According to the Nicaraguan Energy Commission, 95% of these tortilla businesses are using traditional open fired stoves, or three-stone fires, with a flat metal plancha on top. None of these has a chimney, so for several hours a day, the tortilla makers are exposed to heat, smoke and flames.

The new Ecostove is much needed, both to protect the health of the women tortilla makers, and to reduce deforestation caused by excessive demand for wood fuel. It uses 50% less wood than the stoves, and produces 35% less carbon emissions. The combination of the enclosed nature of the stove and the chimney dramatically reduce smoke and hence indoor air pollution. Overall, the stove allows more tortillas to be made at less cost.

Technology and use

The Ecostove was devised by Rogerio de Miranda of Prolena in conjunction with the American NGO, ‘Trees, Water and People’ (TWP) and the Aprovecho Research Centre in Oregon. In effect, it’s a portable version of a larger form called the Justa Stove. Both use a ‘rocket elbow combustion chamber’. This is a relatively small burning chamber that forms an ‘elbow’ between a horizontal wood and air inlet and a vertical opening that leads hot flue gases to the base of the metal griddle. The hot gases are forced along the underside of the griddle and then drawn out of the house by a chimney.

Whereas the Justa Stove is built with bricks and earth, the Ecostove has a metal frame and is filled with insulating pumice stone. The small size of the burning chamber, combined with insulation around the elbow, makes the fire burn at a higher temperature. This means that it can achieve nearly complete combustion and so needs much less wood. The efficiency of the Ecostove is further improved by the addition of a shelf inside the combustion chamber that allows better air circulation around the burning wood in the elbow, and encourages the use of smaller sticks that burn more efficiently.

Management, finance and partnerships

Prolena will choose areas to target for the Pro-Tortilla programme by consulting with NGOs and municipal organisations and will then begin the process of promoting the stoves. A field promoter will distribute leaflets, and demonstrate the stove in villages and at public fairs.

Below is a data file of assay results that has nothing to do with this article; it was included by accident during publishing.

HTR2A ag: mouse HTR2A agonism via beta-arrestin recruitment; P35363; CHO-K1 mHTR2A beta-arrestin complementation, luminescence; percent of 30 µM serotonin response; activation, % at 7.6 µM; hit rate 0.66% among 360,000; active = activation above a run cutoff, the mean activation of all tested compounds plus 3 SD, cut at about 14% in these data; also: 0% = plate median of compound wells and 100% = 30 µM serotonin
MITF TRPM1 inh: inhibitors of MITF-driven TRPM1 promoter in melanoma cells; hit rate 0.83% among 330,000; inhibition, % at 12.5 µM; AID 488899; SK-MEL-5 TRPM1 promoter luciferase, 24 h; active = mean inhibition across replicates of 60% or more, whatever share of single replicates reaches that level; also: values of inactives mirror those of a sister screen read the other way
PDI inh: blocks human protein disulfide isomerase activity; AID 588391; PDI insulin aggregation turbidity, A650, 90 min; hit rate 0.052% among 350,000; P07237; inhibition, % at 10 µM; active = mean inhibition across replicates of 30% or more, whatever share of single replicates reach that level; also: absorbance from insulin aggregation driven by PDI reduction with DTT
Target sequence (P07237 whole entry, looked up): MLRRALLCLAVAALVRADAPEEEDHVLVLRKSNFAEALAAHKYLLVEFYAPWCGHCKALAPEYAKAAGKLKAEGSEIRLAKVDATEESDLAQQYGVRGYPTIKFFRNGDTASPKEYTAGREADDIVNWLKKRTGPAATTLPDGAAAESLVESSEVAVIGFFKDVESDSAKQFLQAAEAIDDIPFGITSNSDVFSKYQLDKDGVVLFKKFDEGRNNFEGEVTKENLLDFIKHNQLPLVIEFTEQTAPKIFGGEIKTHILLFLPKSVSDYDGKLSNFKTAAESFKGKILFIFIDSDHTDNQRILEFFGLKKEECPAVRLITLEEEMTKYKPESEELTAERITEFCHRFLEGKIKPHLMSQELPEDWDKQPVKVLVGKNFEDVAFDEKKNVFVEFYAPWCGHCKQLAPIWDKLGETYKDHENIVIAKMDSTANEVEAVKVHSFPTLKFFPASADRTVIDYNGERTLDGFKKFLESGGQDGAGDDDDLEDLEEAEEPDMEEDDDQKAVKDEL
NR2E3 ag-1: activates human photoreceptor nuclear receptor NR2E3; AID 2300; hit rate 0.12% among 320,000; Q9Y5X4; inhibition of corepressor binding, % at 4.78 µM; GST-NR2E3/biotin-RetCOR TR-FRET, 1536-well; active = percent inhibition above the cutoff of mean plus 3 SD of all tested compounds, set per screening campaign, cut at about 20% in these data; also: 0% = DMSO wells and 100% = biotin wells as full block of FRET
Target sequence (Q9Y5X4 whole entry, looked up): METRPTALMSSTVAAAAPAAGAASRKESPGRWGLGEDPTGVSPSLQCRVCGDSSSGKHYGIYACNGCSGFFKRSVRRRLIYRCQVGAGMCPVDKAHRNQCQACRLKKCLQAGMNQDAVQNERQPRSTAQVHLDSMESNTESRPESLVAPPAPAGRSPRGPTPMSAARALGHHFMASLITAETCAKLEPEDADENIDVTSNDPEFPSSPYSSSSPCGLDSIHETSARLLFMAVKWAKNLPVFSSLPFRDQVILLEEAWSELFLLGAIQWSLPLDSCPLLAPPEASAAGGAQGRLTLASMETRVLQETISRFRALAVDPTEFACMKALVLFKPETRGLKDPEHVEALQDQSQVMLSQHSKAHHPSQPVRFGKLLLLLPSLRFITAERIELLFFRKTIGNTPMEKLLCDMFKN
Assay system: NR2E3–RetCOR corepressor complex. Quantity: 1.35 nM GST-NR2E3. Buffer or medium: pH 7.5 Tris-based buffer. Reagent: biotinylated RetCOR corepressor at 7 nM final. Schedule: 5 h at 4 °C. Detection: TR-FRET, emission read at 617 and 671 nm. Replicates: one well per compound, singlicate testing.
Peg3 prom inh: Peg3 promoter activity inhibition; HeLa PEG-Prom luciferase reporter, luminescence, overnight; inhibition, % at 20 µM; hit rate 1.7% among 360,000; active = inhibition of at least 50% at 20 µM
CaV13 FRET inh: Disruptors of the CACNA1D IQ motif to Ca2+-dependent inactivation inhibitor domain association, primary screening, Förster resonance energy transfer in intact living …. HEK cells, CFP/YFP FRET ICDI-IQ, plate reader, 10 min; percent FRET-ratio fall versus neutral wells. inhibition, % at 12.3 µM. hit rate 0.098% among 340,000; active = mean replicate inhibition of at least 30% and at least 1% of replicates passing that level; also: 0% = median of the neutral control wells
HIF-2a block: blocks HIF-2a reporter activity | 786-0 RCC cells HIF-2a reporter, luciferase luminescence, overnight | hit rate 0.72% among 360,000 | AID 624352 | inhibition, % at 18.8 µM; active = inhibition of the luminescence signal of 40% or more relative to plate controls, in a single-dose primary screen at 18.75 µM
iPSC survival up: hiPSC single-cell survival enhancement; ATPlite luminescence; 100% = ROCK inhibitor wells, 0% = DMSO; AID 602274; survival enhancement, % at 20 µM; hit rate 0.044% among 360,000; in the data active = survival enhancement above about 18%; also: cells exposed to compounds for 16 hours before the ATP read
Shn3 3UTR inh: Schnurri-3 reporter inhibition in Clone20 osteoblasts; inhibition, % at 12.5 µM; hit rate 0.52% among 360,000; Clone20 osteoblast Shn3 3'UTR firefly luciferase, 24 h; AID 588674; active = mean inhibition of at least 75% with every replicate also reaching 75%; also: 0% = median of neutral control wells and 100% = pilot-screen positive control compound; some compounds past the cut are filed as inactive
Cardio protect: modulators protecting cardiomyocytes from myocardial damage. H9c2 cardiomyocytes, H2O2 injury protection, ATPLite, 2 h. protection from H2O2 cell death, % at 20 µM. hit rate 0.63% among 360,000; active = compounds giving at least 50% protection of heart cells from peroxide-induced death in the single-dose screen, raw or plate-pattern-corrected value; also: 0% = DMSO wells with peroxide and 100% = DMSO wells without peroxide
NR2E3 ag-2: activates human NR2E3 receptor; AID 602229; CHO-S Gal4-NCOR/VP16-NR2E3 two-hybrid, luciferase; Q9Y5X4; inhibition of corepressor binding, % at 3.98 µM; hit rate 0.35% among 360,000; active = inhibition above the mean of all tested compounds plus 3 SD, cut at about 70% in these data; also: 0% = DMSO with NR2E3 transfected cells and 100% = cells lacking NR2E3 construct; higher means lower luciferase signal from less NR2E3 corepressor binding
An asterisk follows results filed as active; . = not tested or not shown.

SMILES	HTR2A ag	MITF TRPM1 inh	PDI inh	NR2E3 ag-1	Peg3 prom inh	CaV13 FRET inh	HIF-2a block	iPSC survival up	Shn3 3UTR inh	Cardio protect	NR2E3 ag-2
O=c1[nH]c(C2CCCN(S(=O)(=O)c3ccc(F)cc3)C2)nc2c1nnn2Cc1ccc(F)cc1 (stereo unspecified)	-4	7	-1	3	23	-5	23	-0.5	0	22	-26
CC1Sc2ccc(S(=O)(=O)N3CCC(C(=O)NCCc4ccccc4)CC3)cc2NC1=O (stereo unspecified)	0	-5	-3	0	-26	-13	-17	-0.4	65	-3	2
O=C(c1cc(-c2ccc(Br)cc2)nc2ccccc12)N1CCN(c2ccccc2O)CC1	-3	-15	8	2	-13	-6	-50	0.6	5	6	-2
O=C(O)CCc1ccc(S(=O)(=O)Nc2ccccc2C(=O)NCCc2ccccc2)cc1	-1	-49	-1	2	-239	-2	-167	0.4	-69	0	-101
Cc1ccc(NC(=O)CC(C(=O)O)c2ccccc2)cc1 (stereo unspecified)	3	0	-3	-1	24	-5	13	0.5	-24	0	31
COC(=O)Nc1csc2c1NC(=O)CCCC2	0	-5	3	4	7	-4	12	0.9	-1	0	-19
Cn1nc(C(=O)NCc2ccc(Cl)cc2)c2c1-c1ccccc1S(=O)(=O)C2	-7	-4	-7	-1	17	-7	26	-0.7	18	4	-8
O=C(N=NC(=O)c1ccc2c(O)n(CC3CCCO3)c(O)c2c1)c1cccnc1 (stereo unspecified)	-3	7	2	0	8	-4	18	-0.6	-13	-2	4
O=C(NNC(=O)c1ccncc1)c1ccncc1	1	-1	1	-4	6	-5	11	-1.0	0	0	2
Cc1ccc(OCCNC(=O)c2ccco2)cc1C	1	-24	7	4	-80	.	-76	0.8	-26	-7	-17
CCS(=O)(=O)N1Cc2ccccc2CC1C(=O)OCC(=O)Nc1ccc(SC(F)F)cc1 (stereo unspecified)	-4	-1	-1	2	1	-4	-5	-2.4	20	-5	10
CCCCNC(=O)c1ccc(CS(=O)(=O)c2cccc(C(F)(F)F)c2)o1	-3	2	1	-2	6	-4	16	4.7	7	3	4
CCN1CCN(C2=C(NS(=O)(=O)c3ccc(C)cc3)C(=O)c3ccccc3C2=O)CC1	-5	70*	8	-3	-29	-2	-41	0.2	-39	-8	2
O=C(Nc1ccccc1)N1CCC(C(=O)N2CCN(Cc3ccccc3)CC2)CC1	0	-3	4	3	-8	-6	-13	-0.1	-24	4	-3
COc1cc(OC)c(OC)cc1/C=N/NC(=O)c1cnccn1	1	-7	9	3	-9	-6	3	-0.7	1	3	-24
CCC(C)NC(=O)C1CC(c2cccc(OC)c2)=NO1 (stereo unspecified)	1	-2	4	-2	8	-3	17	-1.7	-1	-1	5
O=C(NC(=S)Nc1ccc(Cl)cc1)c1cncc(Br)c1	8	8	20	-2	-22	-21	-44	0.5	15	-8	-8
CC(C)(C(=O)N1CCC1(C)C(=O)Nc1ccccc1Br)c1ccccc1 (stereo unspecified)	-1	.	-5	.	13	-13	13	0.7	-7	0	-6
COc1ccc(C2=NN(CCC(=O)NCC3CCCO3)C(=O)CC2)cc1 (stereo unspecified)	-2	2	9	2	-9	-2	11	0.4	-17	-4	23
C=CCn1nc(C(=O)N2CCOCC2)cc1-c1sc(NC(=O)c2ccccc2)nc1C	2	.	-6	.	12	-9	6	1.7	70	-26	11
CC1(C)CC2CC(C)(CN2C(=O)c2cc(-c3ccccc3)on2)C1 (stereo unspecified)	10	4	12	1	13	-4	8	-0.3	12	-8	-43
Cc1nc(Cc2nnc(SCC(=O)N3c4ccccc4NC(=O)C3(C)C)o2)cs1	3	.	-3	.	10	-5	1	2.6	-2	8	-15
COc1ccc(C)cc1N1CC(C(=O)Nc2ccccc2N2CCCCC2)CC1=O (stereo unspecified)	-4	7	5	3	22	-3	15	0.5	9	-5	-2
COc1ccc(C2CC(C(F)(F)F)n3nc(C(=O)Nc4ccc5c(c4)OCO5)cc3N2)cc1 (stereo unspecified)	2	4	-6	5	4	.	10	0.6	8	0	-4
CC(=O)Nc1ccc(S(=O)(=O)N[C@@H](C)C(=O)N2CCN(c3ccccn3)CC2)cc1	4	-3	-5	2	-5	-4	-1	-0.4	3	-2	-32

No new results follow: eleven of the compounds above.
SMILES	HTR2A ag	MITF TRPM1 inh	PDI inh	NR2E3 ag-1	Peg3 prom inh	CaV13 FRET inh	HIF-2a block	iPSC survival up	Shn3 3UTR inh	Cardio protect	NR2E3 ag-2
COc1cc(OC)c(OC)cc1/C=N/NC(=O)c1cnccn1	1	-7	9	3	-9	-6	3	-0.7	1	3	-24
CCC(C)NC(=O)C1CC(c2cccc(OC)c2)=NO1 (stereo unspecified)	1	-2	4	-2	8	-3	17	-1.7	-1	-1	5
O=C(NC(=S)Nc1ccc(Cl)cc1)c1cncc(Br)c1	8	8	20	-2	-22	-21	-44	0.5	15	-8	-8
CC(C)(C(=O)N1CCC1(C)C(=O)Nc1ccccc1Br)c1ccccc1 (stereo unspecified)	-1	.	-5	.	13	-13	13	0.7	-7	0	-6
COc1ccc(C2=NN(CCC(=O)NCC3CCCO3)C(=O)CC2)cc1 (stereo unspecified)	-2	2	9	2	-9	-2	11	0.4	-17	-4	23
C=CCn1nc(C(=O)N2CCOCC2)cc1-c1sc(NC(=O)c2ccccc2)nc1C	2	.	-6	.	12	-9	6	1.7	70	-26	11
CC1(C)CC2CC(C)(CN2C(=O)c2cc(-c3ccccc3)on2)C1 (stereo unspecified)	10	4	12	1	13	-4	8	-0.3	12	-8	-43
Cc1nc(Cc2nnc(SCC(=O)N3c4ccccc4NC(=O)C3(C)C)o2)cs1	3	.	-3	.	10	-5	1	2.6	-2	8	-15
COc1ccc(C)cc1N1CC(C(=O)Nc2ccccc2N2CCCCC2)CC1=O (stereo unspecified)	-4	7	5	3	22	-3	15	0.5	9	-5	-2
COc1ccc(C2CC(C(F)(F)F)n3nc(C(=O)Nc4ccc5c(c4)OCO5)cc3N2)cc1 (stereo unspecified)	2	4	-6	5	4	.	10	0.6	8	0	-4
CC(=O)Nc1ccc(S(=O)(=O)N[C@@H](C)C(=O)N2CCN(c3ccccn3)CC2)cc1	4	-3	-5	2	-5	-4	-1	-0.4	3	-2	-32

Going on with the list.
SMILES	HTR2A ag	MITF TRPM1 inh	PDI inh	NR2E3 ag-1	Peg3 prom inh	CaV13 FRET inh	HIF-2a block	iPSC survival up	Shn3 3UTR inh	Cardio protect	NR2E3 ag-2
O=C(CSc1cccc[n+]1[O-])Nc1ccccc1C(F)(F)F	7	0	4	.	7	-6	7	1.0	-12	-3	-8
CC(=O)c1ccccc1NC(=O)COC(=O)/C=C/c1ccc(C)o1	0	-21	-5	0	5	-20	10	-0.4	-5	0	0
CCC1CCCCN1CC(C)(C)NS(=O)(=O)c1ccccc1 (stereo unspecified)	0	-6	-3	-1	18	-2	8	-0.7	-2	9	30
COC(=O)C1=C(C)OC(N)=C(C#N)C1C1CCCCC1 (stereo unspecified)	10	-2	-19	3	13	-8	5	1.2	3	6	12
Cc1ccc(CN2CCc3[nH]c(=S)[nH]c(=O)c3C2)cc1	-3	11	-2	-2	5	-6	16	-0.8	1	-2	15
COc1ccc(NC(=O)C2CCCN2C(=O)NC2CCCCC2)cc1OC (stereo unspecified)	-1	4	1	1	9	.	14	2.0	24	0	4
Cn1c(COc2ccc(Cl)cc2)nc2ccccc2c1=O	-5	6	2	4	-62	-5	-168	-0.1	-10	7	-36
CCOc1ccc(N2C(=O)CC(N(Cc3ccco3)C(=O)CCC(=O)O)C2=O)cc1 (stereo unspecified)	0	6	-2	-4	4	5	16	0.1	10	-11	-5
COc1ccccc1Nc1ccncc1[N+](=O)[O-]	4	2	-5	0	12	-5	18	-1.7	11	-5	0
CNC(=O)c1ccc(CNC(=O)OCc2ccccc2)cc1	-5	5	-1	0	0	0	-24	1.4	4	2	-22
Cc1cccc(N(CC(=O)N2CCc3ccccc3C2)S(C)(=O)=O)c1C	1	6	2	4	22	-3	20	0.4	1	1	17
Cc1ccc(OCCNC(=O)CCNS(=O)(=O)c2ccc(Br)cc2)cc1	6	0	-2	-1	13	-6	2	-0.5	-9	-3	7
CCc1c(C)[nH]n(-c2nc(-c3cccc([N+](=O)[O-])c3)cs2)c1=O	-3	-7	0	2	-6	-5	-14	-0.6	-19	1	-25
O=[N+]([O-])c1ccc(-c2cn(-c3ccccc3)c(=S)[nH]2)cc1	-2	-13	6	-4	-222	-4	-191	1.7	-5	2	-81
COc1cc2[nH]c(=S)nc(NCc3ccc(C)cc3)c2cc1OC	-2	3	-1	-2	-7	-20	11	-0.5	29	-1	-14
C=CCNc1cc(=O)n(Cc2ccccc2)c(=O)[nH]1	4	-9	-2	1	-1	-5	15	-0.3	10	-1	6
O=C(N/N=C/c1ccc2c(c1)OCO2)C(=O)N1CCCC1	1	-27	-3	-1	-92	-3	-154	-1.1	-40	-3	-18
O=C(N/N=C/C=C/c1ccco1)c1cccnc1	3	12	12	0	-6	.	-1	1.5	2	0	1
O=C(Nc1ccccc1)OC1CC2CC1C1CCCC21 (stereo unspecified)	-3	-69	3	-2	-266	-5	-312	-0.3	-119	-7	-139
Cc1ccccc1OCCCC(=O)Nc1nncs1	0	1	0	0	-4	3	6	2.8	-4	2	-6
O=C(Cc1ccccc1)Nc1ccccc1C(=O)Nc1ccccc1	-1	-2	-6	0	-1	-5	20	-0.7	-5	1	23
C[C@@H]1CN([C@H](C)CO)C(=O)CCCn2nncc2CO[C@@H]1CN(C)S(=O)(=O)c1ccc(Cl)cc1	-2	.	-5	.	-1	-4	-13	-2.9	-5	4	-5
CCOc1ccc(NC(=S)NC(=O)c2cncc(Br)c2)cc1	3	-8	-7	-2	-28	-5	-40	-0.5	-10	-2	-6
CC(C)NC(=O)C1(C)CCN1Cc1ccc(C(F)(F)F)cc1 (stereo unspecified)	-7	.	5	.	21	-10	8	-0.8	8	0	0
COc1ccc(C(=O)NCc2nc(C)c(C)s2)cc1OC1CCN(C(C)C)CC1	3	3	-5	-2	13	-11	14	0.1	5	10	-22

Once a community has shown interest, the field promoter will ask the women involved to suggest a person to be trained as a stove technician. These will be taken to Managua and trained in groups at the stove factory, where they will learn how to repair and maintain the Ecostove.

Those who buy the stove will have to sign an agreement with the programme, to make sure that they actually use the stove, and won’t sell it on in order to capitalise on the subsidised cost. The community will define penalties for households that fail to abide by the agreement.

Although the cost of the stove is subsidised, users will still have to pay the full cost of its transportation from Managua. In every case, the programme will try to reduce the cost of this by grouping deliveries, but the price may still be out of the reach of the poorest households. Prolena is trying to establish alliances with micro-finance organisations to support those who can’t pay.

Prolena is also selling Ecostoves to Maseca, one of the largest corn flour milling companies in Nicaragua. Many people still prefer to eat tortillas made with hand ground flour, so Maseca is giving the stoves to small tortilla businesses as an incentive to persuade them buy their flour.